Following ATC instructions, we leveled off at 2,500 ft. and proceeded northbound for 8 mi. to stay well below jetliner traffic arriving at Marseille Provence Airport. We then climbed to FL 150 for a series of handling checks at 250 KIAS.

As with the Falcon 7X, the sidestick controller in the 8X has a nice balance between moderate fore-aft pressure for pitch commands and softer left-right force for roll inputs. The result is low hand effort, but there is enough spring resistance and damping to prevent over-control.

We sampled flight envelope protections, including the typical round of positive and negative g limiting, angle of attack (AOA) protection and overspeed protection. The FBW system automatically adjusts elevator and horizontal stabilizer positions to provide envelope protection, overriding as necessary the pilot’s sidestick inputs to prevent exceeding the certified flight envelope.

As with previous Falcon Jets equipped with EASy avionics suites, if the autopilot is engaged, the system will automatically engage the autothrottles and adjust thrust as needed to prevent exceeding high- or low-speed flight envelope limits. When the aircraft returns to the normal flight envelope, the Falcon 8X’s EASy III system automatically resumes normal autothrottle functionality.

The Falcon 8X, in keeping with all previous Falcons, exhibited unsurpassed low-speed handling qualities. When approaching stalling AOA, in any configuration, the mid-section and outboard slats extend and the inboard slats retract. As the aircraft nibbled at CL max, with the sidestick all the way aft, the 8X remained fully controllable as we maneuvered through several gentle turns and banks.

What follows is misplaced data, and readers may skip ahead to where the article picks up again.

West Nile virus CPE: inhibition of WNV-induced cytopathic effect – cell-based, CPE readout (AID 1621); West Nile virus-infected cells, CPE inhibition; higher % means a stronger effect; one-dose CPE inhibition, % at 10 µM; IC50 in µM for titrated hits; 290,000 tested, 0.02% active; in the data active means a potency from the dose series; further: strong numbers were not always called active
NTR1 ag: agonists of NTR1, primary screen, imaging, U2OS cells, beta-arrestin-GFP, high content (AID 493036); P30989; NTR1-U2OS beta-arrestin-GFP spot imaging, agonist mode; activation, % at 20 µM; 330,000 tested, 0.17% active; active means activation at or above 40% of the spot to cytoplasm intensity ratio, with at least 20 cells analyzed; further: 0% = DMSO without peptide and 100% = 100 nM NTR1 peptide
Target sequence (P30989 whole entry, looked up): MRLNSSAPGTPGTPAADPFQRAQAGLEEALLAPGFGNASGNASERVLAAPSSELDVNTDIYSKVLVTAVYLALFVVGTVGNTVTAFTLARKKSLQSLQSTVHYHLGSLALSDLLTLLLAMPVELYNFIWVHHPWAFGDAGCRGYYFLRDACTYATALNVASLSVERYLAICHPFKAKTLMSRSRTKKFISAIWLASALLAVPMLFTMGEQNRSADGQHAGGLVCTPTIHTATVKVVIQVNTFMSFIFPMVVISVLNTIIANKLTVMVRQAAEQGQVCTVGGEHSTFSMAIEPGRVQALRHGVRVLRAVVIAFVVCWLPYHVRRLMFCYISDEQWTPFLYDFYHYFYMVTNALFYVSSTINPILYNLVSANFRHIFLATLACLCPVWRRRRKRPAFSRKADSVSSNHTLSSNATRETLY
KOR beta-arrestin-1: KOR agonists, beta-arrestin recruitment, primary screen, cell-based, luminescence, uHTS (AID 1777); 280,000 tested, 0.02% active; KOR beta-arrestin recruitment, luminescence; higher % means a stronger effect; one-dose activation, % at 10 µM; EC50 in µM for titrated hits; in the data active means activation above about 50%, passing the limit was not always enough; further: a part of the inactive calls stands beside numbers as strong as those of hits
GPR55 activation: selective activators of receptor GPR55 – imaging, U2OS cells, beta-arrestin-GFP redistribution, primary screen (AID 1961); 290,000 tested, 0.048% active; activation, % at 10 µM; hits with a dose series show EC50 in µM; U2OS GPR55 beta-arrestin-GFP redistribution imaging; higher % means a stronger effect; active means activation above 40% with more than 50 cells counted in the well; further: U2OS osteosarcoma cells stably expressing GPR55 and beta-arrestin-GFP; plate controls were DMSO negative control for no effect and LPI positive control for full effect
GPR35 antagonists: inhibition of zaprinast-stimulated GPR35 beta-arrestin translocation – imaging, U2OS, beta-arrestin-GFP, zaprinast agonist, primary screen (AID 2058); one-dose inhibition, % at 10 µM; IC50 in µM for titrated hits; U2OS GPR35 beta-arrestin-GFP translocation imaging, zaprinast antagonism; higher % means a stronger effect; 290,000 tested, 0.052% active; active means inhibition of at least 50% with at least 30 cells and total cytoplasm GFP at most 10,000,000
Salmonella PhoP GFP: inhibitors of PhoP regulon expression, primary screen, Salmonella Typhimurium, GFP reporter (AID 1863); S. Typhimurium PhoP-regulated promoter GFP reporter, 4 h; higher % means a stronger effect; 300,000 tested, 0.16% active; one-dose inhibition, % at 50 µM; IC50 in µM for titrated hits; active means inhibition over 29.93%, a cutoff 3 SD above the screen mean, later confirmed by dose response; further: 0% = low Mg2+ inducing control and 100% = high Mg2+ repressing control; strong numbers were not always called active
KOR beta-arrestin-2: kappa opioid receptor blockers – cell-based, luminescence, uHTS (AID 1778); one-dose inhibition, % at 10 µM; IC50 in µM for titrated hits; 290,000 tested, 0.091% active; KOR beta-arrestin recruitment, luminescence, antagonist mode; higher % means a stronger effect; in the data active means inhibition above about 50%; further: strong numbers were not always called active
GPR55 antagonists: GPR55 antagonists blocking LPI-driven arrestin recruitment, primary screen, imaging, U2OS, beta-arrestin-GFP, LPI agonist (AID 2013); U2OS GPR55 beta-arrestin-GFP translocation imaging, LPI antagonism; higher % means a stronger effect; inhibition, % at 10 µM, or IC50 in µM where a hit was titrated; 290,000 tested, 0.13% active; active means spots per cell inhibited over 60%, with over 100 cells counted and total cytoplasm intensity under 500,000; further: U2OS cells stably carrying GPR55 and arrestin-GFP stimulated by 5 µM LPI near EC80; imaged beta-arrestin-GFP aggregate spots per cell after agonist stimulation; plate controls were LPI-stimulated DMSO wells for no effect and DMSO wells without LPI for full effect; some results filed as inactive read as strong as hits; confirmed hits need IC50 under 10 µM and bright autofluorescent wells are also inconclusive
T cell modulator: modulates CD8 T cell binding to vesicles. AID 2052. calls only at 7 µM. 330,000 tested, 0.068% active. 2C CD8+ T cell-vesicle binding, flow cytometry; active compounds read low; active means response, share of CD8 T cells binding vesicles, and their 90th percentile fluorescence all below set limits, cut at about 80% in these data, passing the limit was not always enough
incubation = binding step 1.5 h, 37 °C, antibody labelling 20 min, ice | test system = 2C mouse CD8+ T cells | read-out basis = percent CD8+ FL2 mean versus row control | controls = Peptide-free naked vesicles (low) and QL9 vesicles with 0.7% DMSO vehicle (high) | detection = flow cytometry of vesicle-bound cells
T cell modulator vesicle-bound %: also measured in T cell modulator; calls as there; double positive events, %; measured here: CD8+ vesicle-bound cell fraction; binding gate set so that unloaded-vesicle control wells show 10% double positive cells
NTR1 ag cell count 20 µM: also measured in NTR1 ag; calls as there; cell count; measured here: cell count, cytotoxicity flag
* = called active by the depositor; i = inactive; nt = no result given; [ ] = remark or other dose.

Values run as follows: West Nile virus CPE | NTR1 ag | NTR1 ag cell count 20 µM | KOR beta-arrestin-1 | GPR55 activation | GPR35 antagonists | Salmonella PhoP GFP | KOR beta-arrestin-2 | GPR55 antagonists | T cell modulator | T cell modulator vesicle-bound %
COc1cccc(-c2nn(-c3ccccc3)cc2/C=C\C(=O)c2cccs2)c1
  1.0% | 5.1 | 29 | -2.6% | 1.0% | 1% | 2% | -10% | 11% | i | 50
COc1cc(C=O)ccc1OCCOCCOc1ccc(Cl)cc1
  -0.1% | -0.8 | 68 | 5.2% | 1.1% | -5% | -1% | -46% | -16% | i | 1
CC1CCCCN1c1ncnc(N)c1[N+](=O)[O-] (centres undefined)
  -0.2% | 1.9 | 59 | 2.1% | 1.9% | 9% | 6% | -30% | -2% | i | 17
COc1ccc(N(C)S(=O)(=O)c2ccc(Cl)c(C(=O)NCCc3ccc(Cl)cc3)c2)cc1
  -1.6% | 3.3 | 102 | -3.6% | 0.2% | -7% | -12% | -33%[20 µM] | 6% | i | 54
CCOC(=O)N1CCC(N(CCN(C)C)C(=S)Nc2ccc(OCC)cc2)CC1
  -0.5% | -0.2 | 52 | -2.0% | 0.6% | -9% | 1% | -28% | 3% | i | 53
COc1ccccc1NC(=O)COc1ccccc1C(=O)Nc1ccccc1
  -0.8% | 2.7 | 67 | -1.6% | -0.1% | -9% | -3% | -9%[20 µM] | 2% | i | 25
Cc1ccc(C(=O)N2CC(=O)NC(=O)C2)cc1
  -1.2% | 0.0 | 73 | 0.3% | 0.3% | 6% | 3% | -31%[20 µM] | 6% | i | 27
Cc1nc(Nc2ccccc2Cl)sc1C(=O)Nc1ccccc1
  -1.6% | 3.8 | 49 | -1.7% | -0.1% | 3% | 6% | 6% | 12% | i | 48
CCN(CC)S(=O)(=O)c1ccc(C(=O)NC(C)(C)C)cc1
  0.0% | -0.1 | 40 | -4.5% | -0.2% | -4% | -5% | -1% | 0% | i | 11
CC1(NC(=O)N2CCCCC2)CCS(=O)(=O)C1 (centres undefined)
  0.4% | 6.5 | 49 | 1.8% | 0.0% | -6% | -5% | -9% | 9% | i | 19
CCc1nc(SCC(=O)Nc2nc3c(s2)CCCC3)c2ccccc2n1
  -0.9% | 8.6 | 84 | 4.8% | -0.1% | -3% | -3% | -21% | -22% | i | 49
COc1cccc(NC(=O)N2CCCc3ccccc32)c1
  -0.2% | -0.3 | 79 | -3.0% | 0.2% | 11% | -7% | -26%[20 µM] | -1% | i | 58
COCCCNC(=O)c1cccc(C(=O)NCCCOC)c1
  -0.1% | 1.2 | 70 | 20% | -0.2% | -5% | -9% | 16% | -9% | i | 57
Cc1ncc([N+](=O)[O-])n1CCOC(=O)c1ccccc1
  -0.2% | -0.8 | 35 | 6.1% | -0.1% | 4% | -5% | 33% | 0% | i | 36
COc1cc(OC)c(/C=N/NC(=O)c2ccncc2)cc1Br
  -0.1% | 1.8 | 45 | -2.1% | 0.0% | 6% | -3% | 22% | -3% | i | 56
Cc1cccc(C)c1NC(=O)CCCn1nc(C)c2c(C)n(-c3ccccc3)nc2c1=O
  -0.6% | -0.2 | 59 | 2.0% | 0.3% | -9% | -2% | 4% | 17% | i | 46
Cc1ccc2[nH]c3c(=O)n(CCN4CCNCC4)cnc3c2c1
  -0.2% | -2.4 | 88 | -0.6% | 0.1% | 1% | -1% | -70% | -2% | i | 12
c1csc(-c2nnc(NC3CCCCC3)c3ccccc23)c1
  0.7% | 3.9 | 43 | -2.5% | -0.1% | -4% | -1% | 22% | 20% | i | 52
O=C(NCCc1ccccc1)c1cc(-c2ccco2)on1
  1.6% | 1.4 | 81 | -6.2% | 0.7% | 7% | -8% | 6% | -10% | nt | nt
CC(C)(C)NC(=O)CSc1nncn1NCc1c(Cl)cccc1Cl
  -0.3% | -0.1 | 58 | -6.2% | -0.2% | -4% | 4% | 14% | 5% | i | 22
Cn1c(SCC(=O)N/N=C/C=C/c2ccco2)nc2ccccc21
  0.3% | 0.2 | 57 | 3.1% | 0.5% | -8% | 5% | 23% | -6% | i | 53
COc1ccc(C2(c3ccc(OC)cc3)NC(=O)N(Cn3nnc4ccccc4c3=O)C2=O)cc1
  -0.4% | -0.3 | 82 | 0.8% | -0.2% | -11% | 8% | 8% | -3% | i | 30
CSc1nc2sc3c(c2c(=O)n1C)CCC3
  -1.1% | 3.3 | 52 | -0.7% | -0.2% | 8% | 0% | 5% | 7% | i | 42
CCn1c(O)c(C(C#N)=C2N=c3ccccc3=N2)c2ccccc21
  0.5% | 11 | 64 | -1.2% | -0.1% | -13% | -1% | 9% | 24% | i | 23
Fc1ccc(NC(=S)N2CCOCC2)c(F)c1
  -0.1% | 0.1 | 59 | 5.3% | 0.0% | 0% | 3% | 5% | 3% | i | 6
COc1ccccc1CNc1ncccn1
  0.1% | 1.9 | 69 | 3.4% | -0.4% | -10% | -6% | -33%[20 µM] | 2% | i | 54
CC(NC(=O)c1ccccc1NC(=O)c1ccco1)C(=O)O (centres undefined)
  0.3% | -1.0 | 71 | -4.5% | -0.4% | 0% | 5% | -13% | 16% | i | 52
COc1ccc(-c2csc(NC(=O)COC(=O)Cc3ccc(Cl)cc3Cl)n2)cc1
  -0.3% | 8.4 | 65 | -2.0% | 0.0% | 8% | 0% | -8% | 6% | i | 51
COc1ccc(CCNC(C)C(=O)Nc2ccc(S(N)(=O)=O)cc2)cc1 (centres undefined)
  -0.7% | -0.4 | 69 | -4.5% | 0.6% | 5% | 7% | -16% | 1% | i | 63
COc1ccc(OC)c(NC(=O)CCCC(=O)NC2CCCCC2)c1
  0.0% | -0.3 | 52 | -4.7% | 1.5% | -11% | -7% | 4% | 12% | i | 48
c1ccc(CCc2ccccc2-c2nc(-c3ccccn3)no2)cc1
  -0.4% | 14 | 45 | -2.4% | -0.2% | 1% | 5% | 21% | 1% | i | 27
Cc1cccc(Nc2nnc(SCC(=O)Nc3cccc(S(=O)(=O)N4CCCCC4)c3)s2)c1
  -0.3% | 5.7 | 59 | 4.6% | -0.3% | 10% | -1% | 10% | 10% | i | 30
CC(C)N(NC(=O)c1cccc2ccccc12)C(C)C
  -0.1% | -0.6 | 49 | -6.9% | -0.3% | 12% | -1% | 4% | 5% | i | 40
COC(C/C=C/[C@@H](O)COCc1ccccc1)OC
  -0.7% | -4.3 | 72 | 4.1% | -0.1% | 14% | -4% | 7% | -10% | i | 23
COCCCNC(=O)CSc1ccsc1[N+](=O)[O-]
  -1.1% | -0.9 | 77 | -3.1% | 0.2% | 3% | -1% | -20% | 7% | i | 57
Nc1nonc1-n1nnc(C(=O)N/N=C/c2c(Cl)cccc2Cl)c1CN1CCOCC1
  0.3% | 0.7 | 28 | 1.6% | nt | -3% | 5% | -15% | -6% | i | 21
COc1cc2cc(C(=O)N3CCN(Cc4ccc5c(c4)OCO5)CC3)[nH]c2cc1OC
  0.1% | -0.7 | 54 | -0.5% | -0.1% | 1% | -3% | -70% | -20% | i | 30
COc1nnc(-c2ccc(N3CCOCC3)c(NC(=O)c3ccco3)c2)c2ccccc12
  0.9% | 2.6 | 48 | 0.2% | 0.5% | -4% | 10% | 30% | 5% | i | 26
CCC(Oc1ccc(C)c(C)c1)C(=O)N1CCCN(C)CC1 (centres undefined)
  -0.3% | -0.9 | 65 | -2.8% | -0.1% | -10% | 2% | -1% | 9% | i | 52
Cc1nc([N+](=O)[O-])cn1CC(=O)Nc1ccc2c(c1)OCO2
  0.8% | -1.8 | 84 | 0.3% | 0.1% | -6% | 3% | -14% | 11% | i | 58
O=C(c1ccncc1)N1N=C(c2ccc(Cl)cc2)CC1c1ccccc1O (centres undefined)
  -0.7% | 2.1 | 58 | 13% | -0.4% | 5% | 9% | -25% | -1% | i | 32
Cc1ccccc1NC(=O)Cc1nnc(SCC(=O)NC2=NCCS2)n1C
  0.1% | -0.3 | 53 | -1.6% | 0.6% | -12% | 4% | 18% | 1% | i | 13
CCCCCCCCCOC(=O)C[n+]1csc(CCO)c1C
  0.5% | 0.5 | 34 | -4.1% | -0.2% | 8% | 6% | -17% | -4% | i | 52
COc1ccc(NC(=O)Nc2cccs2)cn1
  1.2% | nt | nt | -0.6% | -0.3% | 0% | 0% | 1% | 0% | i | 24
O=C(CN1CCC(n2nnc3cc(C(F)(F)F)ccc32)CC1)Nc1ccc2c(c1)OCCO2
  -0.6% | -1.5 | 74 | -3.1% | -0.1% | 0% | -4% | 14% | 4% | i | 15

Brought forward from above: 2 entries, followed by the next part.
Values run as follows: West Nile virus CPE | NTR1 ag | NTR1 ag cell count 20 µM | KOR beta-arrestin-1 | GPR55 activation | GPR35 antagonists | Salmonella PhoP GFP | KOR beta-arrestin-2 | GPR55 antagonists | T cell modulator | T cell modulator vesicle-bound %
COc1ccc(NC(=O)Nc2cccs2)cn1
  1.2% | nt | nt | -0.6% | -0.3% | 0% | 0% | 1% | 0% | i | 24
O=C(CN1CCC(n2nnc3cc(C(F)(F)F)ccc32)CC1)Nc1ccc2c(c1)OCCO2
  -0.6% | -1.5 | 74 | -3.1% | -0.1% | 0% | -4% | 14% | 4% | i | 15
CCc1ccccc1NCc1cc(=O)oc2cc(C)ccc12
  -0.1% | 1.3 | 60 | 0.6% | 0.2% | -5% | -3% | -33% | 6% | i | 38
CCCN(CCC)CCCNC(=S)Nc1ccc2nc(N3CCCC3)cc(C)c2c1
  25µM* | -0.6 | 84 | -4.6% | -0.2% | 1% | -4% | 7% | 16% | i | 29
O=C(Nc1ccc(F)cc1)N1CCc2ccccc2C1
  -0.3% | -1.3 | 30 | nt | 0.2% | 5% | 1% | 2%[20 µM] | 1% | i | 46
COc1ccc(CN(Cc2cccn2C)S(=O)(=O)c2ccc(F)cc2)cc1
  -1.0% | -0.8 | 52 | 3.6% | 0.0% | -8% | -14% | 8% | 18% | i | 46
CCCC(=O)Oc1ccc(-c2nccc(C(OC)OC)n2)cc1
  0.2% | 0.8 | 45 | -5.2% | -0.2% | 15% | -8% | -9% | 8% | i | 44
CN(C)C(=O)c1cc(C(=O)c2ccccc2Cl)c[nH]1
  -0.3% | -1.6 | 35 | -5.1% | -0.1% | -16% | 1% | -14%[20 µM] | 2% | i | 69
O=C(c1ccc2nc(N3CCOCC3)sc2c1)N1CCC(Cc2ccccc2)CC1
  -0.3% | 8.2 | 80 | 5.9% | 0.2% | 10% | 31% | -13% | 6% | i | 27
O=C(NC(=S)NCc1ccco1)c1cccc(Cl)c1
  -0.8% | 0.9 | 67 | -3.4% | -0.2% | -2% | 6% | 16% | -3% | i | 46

At a weight of about 48,000 lb., we respectively attained minimum airspeeds in the clean configuration, at SF2 (slats + flaps 20 deg.) and at SF3 (slats + flaps 40 deg.) of 120 KIAS, 98 KIAS and 92 KIAS. The aircraft epitomized the renowned Dassault design principal of providing fat, soft edges to the flight envelope. It never lost its composure while being abused to the limit. No other business aircraft offers more docile low-speed handling characteristics, in BCA’s opinion.

As soon as we reduced nose attitude and increased thrust, recovery from each of the Vmin maneuvers was nearly instantaneous. As the aircraft’s AOA was reduced and speed increased, the slats returned to their normal positions for each selected slat + flap configuration.

We retracted gear and flaps and then stabilized the aircraft wings level at 250 KIAS. Then we switched off the primary flight control computers so that we could evaluate the aircraft in direct law mode. The aircraft proved to be as easy to fly in direct law as the Falcon 7X. The aircraft has quite sufficient natural aerodynamic stability to make it easy to handle in direct law mode. Stab trim is a manual function and the rate of change is nearly perfect — quick enough to relieve sidestick control pressure, and slow enough to prevent over-control. Rocker switches on the center console activate the dual stab trim motors. Yaw damping is retained in the direct law mode.